“Hello, this is your pilot speaking.” His voice crackled through the speakers — clearly an aesthetic choice. The inorganic rasp rendered his tone vulnerable, yet it lost none of its authority.

“I…” He exaggerated the note just to hear the bubbling of his voice surge against the cockpit’s door. “I’d like to apologize now for any turbulence that is to follow on our journey. It’s bound to happen, and I won’t avoid it. I can’t. Our window for flight is minimal; we can’t veer in any way.”

He paused. The crackle dissipated. “So buckle up, and prepare to enjoy the ride!”

As the lengthy title suggests, this is a space intended for drabbles — stories of exactly 100 words. No more, no less. A practice of precision, of rigorous editing and painstakingly careful language. It presumes close reading and demands closer writing.

In truth, this is something of an experiment. A self-ordained ordinance. An attempt to muster the courage to violate editors’ eyes. A means to develop, to expand my writing, even confined to this constricted locus. This is the staggered step of a newborn foal, uncertain of its hooves and the earth, looking to gain confidence in the stability of both.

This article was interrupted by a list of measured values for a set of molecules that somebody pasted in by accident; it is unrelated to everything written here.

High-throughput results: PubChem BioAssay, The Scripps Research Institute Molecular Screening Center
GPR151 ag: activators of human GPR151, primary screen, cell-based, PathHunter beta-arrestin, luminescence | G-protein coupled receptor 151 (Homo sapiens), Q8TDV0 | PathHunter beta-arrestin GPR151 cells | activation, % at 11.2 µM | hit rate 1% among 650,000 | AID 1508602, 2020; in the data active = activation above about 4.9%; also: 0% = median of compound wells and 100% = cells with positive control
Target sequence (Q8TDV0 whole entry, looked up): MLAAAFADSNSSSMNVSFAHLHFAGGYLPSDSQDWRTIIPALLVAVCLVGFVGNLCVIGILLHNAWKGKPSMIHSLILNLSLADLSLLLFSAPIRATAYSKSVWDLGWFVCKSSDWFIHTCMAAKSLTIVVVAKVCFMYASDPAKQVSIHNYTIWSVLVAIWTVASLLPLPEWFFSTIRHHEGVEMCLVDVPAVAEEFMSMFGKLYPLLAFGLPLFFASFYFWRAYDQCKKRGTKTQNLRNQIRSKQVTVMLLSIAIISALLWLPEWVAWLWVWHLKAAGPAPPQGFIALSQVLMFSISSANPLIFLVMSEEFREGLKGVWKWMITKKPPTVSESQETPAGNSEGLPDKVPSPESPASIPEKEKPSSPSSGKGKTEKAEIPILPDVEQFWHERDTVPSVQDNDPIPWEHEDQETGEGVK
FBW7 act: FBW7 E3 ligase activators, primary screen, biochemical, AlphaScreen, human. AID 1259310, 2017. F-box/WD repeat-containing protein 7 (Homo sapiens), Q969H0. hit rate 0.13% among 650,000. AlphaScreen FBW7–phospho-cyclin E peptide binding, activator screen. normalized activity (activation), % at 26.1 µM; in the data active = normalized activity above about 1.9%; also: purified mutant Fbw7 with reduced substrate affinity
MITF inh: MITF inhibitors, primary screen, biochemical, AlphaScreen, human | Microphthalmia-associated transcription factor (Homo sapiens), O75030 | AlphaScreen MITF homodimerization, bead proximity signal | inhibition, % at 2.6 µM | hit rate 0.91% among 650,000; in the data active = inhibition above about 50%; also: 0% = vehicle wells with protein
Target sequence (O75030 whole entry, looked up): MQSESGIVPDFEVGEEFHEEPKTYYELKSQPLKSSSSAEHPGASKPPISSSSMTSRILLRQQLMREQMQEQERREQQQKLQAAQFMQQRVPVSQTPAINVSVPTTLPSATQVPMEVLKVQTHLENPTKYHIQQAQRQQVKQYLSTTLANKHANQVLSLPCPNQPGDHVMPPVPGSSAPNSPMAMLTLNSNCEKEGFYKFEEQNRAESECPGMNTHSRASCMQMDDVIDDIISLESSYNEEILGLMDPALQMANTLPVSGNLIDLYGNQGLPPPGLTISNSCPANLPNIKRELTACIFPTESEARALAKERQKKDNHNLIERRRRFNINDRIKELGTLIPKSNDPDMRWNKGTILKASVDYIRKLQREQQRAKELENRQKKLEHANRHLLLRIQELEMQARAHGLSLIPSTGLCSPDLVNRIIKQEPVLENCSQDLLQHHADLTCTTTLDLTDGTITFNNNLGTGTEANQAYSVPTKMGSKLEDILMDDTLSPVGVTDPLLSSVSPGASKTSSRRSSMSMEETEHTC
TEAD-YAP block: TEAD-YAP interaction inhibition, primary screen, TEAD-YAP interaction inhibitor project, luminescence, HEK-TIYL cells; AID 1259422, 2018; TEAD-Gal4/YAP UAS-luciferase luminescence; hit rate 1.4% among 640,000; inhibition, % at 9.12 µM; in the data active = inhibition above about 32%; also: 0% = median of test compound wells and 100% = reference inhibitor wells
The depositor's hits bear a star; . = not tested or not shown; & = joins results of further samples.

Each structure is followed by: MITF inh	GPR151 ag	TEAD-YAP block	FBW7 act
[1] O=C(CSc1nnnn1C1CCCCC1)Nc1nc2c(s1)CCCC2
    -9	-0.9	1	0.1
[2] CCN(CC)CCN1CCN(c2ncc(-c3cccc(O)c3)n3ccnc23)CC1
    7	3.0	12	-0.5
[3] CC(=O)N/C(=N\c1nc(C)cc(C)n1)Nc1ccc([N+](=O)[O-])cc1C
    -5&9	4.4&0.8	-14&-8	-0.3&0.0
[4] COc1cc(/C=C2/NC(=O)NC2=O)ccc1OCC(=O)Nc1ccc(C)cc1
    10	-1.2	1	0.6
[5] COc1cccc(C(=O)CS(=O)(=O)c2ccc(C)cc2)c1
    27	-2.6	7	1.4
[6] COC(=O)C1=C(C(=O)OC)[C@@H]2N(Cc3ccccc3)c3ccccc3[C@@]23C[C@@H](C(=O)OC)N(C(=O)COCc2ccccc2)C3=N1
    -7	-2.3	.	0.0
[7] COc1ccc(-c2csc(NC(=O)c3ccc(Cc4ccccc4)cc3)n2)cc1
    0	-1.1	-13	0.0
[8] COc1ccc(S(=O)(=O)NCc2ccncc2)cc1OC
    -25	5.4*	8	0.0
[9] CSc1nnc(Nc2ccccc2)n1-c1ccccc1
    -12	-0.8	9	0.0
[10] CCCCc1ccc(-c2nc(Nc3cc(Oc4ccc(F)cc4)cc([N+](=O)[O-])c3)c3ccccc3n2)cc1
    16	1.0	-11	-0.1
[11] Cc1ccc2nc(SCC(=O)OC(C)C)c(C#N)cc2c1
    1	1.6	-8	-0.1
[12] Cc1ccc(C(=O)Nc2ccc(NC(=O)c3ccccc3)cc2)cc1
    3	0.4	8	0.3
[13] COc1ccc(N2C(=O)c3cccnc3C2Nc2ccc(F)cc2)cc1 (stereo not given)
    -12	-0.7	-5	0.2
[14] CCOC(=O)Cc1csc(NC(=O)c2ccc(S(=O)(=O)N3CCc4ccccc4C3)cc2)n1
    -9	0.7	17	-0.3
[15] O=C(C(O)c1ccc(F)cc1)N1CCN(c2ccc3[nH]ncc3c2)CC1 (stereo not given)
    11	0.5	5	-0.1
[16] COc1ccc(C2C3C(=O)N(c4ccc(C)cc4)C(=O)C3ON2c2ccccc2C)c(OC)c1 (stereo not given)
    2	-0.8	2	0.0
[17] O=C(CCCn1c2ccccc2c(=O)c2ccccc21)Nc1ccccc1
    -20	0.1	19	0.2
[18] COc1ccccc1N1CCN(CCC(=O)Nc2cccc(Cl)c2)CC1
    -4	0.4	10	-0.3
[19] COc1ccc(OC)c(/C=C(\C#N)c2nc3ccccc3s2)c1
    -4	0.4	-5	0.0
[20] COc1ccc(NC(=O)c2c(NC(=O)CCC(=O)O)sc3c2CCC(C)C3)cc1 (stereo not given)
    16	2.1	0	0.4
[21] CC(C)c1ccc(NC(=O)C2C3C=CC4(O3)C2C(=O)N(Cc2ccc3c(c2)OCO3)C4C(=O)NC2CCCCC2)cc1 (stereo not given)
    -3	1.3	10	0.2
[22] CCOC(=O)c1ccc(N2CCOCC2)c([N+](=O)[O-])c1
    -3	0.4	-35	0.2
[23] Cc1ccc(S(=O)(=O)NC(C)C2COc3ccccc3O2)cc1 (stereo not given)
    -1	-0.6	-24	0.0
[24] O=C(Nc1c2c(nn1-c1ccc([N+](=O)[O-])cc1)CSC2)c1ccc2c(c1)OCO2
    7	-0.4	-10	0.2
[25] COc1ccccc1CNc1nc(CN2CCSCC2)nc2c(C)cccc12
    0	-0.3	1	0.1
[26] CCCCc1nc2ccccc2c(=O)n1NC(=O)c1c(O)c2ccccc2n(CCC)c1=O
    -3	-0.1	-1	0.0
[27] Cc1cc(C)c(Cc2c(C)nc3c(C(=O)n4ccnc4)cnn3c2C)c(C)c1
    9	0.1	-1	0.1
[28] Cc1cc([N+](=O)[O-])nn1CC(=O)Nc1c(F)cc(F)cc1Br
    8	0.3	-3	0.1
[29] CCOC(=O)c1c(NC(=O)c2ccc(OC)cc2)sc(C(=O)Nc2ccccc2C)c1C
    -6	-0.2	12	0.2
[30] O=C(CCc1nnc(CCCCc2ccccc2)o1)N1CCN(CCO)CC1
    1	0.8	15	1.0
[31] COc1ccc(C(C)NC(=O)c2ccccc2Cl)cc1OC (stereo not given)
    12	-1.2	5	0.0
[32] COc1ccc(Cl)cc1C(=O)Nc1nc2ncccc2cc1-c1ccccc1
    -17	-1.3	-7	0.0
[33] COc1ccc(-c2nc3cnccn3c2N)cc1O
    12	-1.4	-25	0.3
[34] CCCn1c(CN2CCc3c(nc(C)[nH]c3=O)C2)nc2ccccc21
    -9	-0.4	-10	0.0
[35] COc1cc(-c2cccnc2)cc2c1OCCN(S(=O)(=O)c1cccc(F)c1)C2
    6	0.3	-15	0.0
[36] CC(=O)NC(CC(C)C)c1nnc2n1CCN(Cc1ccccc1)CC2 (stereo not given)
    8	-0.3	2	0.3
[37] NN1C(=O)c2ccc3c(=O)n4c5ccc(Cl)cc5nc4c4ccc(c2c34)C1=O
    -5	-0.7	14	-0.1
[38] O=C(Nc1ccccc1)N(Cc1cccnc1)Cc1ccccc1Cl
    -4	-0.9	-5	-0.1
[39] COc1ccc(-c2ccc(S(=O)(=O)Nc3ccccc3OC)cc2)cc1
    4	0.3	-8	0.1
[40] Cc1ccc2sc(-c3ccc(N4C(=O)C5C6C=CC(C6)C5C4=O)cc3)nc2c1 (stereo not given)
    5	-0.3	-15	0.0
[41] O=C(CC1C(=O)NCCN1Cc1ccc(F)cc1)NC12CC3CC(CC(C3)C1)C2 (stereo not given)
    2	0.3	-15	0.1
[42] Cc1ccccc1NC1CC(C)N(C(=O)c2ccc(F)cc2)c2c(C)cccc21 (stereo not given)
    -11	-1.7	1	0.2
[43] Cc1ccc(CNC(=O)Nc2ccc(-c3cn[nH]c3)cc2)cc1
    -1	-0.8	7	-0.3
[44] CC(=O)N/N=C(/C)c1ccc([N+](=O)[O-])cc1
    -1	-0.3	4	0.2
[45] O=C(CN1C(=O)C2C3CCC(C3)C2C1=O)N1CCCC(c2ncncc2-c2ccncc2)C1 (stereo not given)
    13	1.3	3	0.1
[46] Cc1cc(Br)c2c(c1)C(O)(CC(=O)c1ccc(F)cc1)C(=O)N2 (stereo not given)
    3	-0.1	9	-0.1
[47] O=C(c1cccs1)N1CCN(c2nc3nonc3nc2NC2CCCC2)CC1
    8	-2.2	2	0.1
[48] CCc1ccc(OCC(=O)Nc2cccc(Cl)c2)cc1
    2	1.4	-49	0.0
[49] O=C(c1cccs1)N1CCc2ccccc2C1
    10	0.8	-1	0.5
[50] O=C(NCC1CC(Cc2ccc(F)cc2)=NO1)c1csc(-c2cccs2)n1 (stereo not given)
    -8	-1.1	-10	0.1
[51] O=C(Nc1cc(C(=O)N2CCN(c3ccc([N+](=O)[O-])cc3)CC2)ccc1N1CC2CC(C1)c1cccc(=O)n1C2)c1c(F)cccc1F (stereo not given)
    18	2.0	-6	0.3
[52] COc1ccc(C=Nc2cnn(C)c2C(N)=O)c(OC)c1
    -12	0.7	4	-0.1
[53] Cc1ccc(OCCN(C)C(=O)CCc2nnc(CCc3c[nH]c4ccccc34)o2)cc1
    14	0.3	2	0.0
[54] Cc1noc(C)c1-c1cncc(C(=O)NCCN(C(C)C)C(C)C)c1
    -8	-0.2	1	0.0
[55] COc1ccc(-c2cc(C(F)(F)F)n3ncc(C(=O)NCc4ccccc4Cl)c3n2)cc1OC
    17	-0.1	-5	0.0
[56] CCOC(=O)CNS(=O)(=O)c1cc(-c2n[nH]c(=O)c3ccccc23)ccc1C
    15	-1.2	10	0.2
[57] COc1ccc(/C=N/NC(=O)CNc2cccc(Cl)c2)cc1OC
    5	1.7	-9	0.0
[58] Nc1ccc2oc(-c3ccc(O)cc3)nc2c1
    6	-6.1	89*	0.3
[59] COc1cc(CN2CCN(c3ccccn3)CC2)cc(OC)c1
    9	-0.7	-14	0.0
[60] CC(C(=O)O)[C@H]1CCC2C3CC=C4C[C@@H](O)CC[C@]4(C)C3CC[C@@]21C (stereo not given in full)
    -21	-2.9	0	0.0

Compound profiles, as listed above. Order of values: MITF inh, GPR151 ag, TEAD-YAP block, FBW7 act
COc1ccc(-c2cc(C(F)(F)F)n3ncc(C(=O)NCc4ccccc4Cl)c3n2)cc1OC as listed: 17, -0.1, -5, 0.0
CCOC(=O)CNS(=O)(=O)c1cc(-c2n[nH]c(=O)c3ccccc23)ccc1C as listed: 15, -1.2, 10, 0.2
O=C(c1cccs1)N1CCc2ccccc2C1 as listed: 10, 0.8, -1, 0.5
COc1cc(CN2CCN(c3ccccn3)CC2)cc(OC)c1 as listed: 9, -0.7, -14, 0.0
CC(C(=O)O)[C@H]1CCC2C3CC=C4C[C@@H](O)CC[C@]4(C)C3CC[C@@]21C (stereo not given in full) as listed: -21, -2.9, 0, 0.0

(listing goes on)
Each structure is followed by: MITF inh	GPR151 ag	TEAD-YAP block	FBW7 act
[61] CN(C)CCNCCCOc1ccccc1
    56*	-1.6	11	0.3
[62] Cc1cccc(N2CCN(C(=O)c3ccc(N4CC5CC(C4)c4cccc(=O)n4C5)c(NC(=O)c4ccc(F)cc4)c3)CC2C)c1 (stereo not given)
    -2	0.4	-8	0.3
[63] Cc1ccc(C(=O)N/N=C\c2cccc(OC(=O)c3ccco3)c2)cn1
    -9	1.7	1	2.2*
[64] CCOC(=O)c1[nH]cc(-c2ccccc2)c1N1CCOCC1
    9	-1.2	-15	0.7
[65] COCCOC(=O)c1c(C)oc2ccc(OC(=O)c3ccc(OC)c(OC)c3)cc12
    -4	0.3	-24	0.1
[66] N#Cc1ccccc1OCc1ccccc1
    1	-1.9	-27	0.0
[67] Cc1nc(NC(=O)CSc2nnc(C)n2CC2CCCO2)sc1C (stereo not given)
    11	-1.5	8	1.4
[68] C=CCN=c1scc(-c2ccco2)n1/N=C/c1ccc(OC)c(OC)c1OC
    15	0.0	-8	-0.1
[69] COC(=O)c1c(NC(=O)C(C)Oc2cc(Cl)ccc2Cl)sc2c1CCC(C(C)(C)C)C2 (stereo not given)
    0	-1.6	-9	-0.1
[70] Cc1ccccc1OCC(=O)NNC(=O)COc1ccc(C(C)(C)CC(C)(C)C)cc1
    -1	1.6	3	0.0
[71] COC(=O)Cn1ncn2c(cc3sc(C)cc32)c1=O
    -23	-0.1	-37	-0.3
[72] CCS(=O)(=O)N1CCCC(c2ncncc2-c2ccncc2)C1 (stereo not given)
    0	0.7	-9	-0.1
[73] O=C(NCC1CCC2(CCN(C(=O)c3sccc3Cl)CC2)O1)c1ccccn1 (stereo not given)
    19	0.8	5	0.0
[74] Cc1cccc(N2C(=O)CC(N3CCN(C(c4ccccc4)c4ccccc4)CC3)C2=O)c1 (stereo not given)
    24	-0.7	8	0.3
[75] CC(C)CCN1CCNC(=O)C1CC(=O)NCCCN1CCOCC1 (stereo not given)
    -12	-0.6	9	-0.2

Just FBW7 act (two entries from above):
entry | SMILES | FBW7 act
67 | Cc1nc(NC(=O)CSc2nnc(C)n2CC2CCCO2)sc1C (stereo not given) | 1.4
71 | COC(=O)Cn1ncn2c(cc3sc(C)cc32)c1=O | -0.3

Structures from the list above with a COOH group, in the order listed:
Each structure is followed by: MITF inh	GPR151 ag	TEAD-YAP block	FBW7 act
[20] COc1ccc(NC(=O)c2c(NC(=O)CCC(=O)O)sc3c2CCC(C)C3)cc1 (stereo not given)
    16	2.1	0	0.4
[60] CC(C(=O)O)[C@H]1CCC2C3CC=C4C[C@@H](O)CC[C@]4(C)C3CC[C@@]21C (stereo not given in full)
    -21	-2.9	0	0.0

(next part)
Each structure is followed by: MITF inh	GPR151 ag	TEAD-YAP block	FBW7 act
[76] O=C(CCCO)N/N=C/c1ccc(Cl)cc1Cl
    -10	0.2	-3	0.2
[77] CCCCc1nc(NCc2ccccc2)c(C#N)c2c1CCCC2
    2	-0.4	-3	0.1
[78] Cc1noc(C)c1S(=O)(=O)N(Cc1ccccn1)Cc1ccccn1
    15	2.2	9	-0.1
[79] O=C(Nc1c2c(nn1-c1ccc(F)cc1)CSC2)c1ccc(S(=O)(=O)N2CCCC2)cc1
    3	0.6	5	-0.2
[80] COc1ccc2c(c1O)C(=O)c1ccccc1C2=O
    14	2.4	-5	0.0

3 thoughts on “About

  1. The most valuable course I had in grad school was with a prof who assigned a paper a week — on a substantive topic — and allowed only 300 words. First time I sat down to write, I suddenly stopped and counted — I was well past 300 and I was just finishing the introduction! Close writing and close reading to then rewrite! :)


    • Ah, I’ve suffered those assignments, but without the same regularity. One professor wanted essays to be precisely a certain amount of pages (one, three, five, ten), with each possible line occupied and not one word more. That was rather grueling in certain instances; it didn’t help that most of my essays in his class were on Moby Dick.

      Liked by 1 person

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